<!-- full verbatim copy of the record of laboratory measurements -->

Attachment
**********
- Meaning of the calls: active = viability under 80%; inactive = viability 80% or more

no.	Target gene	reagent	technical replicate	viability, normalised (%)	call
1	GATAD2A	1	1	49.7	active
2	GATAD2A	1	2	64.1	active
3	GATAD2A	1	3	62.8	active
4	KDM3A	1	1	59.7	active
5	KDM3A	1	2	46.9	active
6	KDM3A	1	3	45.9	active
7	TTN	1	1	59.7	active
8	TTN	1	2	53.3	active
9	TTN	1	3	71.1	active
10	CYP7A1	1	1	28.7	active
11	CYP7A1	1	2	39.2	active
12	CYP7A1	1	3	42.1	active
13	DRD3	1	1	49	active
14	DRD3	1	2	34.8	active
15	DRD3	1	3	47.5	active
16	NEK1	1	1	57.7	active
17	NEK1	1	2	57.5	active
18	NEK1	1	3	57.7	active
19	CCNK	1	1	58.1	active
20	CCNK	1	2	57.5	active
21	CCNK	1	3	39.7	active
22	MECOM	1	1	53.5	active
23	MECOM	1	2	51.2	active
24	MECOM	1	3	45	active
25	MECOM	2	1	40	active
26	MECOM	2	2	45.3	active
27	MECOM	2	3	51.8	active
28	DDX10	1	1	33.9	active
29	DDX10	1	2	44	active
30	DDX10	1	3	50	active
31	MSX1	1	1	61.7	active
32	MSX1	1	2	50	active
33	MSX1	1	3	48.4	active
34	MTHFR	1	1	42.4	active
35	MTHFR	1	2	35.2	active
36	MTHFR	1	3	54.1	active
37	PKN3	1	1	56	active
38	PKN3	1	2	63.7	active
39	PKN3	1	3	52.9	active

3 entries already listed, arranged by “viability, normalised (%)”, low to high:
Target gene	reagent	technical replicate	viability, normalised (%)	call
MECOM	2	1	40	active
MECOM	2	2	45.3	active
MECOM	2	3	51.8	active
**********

- Meaning of the calls: active = viability under 80%; inactive = viability 80% or more

no.	Target gene	reagent	technical replicate	viability, normalised (%)	call
1	GATAD2A	1	1	49.7	active
2	GATAD2A	1	2	64.1	active
3	GATAD2A	1	3	62.8	active
4	KDM3A	1	1	59.7	active
5	KDM3A	1	2	46.9	active
6	KDM3A	1	3	45.9	active
7	TTN	1	1	59.7	active
8	TTN	1	2	53.3	active
9	TTN	1	3	71.1	active
10	CYP7A1	1	1	28.7	active
11	CYP7A1	1	2	39.2	active
12	CYP7A1	1	3	42.1	active
13	DRD3	1	1	49	active
14	DRD3	1	2	34.8	active
15	DRD3	1	3	47.5	active
16	NEK1	1	1	57.7	active
17	NEK1	1	2	57.5	active
18	NEK1	1	3	57.7	active
19	CCNK	1	1	58.1	active
20	CCNK	1	2	57.5	active
21	CCNK	1	3	39.7	active
22	MECOM	1	1	53.5	active
23	MECOM	1	2	51.2	active
24	MECOM	1	3	45	active
25	MECOM	2	1	40	active
26	MECOM	2	2	45.3	active
27	MECOM	2	3	51.8	active
28	DDX10	1	1	33.9	active
29	DDX10	1	2	44	active
30	DDX10	1	3	50	active
31	MSX1	1	1	61.7	active
32	MSX1	1	2	50	active
33	MSX1	1	3	48.4	active
34	MTHFR	1	1	42.4	active
35	MTHFR	1	2	35.2	active
36	MTHFR	1	3	54.1	active
37	PKN3	1	1	56	active
38	PKN3	1	2	63.7	active
39	PKN3	1	3	52.9	active

3 entries already listed, arranged by “viability, normalised (%)”, low to high:
Target gene	reagent	technical replicate	viability, normalised (%)	call
MECOM	2	1	40	active
MECOM	2	2	45.3	active
MECOM	2	3	51.8	active